The South’s past is reliant on memory, and pushes upon those tasked with remembering it. It exists only in the minds of those in the community. Through individuals describing what happened in in the temporal past, the imagined past is created in the present, and then is mapped onto history. The South has to obsess those who carry it with them for its history to live. The implication of this process, however, is that the South’s past is always personal, in that it says something about who created it. This, then, starts to explain why these characters are obsessed with the pasts they and those around them create—it is a way of learning about themselves. And it also starts to explain why it is impossible for Quentin to hate the South, nor not hate it. It is the reason why Absalom, Absalom! concludes with that striking paragraph:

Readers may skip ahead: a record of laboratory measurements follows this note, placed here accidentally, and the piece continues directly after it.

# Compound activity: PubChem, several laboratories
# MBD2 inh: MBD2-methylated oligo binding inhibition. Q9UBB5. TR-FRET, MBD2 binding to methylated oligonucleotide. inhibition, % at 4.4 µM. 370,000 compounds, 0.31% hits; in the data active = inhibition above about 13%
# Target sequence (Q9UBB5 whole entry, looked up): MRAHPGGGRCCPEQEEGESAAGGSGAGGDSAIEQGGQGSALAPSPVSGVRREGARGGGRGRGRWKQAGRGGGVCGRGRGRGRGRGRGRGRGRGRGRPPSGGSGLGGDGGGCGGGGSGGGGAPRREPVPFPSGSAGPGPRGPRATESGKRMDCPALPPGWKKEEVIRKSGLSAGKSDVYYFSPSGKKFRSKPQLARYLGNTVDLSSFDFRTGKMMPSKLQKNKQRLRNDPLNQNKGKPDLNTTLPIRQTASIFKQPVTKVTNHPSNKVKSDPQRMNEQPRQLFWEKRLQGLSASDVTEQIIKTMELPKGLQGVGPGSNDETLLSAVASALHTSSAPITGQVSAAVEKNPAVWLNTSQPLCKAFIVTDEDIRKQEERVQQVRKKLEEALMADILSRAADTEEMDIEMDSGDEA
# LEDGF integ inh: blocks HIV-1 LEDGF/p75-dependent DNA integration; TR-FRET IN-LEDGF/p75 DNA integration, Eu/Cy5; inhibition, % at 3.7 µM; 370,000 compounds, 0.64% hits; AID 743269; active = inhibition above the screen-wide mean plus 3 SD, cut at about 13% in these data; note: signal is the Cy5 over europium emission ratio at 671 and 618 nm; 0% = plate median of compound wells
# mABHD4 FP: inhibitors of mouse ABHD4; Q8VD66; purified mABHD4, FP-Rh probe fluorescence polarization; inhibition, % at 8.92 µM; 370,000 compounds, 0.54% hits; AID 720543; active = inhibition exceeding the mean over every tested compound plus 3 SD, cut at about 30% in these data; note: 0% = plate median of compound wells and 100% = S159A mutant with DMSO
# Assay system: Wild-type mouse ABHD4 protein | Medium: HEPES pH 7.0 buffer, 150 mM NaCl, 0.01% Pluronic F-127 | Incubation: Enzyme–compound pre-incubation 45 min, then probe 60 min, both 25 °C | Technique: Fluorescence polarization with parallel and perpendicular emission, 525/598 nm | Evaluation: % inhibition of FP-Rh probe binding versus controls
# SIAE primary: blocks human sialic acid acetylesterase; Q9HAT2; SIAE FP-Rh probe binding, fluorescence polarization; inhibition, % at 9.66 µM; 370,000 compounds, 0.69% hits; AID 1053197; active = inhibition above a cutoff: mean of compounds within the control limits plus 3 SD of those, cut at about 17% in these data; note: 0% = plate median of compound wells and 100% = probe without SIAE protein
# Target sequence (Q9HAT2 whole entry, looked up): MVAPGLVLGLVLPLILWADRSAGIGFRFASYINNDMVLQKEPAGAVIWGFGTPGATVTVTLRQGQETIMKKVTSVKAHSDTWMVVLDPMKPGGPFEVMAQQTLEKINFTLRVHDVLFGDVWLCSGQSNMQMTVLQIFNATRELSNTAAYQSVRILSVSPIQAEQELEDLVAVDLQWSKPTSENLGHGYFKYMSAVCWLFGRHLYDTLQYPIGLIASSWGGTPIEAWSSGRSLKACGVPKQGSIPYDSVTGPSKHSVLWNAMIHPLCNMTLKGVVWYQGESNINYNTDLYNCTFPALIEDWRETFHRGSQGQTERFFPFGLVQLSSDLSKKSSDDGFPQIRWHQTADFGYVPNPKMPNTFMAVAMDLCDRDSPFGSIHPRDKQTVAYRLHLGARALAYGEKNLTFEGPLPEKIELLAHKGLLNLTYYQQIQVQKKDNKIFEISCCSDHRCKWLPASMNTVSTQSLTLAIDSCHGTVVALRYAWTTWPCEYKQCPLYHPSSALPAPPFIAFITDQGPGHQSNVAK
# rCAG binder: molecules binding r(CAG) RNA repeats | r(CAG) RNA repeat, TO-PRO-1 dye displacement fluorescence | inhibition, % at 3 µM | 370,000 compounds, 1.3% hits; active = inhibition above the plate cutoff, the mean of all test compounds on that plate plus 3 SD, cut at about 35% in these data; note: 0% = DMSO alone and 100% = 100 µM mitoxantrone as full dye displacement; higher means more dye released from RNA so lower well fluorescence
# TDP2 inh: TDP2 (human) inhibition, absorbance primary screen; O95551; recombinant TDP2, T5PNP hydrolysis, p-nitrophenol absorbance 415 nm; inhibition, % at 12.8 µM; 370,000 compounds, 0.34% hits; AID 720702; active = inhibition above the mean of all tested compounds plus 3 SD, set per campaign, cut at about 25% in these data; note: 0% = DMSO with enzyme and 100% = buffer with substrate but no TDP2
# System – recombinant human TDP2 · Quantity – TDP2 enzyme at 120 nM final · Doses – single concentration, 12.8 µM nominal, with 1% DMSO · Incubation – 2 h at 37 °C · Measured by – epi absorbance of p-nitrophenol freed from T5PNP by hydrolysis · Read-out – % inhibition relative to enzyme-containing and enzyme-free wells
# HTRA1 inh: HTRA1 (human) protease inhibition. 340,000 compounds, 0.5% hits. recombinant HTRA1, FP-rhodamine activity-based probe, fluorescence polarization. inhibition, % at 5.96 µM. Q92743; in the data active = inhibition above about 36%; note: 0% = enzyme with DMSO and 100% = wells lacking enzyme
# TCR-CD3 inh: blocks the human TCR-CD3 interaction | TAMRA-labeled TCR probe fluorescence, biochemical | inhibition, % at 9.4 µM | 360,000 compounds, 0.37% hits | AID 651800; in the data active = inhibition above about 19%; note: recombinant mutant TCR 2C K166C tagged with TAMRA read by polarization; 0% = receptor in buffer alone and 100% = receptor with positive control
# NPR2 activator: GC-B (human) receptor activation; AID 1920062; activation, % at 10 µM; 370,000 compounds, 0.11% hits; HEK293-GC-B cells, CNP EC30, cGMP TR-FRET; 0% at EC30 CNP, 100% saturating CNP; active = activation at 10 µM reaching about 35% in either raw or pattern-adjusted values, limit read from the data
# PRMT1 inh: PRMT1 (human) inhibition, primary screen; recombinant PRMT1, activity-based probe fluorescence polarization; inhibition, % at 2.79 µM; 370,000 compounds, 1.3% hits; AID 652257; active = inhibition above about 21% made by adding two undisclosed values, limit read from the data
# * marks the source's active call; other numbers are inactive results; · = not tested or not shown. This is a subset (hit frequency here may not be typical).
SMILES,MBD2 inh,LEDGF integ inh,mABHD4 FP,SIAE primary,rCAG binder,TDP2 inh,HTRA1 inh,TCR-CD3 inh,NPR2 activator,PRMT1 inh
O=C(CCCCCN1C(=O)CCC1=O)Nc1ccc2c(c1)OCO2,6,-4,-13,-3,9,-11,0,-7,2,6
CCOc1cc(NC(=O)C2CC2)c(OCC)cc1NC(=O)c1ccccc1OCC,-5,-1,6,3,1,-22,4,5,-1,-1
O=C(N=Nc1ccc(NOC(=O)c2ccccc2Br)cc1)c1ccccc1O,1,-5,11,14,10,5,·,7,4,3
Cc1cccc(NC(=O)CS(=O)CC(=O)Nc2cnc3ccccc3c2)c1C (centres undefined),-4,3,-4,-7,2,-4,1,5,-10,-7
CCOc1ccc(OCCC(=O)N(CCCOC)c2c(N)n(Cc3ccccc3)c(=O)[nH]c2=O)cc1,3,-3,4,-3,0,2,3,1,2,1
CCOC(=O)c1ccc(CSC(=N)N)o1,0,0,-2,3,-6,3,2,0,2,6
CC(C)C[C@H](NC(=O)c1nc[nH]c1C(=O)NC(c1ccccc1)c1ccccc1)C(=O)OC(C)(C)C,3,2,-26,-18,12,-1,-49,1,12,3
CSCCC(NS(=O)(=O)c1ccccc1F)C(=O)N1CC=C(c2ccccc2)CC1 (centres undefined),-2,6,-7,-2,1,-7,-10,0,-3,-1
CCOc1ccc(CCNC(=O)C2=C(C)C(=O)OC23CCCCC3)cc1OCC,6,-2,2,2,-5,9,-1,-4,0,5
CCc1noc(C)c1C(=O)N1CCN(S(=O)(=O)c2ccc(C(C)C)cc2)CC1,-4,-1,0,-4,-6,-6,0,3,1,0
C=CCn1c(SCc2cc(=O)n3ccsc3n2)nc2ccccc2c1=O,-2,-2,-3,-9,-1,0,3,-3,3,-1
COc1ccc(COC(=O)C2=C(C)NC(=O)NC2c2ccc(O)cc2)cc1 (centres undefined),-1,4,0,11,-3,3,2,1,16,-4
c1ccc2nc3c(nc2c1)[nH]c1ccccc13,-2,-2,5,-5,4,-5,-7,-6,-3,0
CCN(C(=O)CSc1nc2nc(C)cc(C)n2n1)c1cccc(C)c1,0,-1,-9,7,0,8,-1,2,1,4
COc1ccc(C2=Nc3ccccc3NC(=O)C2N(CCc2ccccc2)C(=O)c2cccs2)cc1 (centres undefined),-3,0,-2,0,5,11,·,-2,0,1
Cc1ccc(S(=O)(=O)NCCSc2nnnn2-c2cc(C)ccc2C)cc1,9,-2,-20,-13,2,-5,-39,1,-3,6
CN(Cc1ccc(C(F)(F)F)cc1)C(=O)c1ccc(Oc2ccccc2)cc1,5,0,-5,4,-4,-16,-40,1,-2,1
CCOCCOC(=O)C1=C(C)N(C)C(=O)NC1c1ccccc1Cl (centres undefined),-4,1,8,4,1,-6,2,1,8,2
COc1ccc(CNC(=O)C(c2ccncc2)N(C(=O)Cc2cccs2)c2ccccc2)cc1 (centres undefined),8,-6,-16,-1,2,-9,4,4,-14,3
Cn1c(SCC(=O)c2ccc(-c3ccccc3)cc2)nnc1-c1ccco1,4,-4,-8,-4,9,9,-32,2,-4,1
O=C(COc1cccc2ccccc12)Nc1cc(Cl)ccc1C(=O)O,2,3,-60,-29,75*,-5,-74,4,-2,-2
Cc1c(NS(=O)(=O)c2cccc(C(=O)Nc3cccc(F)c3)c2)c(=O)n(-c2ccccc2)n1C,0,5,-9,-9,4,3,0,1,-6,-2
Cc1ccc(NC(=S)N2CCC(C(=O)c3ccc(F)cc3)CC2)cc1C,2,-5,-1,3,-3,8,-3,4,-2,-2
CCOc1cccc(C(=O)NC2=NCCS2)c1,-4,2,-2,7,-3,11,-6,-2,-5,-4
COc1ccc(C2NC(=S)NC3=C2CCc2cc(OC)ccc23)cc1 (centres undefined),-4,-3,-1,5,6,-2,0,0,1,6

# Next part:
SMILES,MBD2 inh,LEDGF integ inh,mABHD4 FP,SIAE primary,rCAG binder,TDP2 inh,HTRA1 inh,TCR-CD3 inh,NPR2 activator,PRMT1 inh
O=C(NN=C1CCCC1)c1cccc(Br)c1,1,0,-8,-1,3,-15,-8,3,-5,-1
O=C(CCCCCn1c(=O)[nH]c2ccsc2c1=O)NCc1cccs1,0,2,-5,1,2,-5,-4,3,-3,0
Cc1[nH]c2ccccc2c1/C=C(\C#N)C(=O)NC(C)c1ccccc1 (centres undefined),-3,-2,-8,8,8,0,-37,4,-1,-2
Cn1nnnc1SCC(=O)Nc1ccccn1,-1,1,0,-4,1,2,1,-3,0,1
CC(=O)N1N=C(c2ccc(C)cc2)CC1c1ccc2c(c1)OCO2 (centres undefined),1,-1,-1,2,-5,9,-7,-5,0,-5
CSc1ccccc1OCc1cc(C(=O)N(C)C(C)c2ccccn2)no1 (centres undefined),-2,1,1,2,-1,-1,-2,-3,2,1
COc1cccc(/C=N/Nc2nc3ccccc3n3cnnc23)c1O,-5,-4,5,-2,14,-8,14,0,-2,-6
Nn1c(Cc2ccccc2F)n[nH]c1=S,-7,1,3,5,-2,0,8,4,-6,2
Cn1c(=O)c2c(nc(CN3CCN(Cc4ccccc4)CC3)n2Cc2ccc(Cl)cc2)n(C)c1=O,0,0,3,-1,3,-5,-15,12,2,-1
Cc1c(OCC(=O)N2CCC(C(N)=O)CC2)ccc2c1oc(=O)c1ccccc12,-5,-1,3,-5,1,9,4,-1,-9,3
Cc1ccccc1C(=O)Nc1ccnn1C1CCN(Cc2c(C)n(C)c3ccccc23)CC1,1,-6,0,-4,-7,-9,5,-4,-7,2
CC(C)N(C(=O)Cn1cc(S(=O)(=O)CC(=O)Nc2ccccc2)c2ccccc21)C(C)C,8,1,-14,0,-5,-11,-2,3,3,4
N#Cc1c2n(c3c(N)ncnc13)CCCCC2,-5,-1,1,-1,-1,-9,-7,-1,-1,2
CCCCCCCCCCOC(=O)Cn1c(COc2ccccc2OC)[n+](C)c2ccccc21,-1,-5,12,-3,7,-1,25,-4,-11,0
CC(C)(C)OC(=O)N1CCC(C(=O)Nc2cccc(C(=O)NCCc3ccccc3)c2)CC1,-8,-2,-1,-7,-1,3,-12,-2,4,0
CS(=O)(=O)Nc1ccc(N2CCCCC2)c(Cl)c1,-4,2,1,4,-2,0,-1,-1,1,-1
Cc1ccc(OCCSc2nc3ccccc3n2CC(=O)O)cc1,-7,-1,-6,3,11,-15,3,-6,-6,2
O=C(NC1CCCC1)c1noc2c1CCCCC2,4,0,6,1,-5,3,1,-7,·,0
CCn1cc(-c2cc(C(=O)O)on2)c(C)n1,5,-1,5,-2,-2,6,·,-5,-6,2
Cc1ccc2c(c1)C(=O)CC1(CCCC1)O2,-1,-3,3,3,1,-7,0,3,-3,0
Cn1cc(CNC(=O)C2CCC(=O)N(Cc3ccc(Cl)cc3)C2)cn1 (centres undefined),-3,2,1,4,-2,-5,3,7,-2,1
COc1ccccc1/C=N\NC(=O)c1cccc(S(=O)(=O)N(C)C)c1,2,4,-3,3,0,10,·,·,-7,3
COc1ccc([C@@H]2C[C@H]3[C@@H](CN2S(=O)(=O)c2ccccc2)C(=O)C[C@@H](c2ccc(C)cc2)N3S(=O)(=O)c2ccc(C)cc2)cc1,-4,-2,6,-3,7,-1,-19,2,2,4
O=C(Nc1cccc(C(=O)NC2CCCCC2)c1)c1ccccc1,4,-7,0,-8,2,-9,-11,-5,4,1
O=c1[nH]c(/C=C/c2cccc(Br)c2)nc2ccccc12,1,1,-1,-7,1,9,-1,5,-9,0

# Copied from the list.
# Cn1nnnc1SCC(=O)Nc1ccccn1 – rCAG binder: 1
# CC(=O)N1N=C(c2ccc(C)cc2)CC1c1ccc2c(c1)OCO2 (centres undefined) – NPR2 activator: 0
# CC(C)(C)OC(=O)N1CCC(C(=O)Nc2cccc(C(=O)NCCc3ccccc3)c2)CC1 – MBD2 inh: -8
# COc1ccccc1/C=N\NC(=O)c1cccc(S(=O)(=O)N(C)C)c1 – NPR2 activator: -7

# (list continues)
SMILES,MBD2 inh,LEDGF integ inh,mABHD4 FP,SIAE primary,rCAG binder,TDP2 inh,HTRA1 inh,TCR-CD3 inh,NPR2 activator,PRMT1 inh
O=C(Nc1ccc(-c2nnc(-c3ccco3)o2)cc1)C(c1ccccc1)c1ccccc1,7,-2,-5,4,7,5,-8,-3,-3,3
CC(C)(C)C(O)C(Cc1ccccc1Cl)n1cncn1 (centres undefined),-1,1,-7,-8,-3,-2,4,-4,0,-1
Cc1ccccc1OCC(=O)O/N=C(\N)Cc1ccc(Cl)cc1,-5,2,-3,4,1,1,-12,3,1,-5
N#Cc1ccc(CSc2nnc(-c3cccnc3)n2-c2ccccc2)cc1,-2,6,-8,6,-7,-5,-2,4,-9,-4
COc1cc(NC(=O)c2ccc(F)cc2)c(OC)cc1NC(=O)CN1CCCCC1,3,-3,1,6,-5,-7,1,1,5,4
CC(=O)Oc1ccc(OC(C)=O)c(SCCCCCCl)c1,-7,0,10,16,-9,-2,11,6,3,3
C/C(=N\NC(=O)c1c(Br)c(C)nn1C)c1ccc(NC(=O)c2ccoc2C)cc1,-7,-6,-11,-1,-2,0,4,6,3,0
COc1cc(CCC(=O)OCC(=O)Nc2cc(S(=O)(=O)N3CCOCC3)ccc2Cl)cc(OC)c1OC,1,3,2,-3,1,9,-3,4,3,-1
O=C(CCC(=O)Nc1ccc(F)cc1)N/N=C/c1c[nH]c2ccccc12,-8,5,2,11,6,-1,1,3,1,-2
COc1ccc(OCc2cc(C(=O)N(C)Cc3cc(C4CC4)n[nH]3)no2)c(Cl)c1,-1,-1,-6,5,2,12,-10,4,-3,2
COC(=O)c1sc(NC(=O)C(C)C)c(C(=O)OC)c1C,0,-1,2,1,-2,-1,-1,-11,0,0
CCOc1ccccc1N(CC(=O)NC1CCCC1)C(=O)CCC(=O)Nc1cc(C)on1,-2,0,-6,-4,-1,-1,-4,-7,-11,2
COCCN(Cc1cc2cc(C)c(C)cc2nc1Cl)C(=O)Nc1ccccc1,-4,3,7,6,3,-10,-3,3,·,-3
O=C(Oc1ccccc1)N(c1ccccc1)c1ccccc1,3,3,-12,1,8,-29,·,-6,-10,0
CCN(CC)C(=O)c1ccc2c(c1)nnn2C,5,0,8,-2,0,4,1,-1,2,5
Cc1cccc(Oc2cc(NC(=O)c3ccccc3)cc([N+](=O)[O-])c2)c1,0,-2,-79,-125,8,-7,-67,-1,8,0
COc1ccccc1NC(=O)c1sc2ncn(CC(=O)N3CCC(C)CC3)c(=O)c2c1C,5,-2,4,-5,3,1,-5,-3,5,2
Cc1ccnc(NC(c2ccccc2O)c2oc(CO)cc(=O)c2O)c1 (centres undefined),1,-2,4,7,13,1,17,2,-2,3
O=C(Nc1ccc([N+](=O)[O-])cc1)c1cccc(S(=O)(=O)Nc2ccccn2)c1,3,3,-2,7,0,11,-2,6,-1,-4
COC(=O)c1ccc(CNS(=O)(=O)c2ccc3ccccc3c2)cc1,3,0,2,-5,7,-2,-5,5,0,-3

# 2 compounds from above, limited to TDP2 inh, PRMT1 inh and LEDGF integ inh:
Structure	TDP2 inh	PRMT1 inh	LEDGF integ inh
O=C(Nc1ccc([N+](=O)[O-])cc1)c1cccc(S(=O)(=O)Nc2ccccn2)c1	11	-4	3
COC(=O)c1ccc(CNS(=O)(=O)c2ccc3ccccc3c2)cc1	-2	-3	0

I Dont hate it,” Quentin said quickly, at once, immediately; “I dont hate it,” he said I dont hate it he thought, panting in the cold air, the iron New England dark: I dont. I dont! I dont hate it! I dont hate it!

(Faulkner Absalom, Absalom 303).

How can one not hate something that tells one about oneself even when one looks outward? And yet how can you despise something of your own creation? For those of us from the South, it is not that the south is part of us, just where we are from, something that can be disavowed and cleanly analyzed. The south is us, for we construct it. There is a dialectical relationship with the South’s past: it consumes and swallows those who live in it and those who try and escape it, yet it is those same people that it consumes that create it.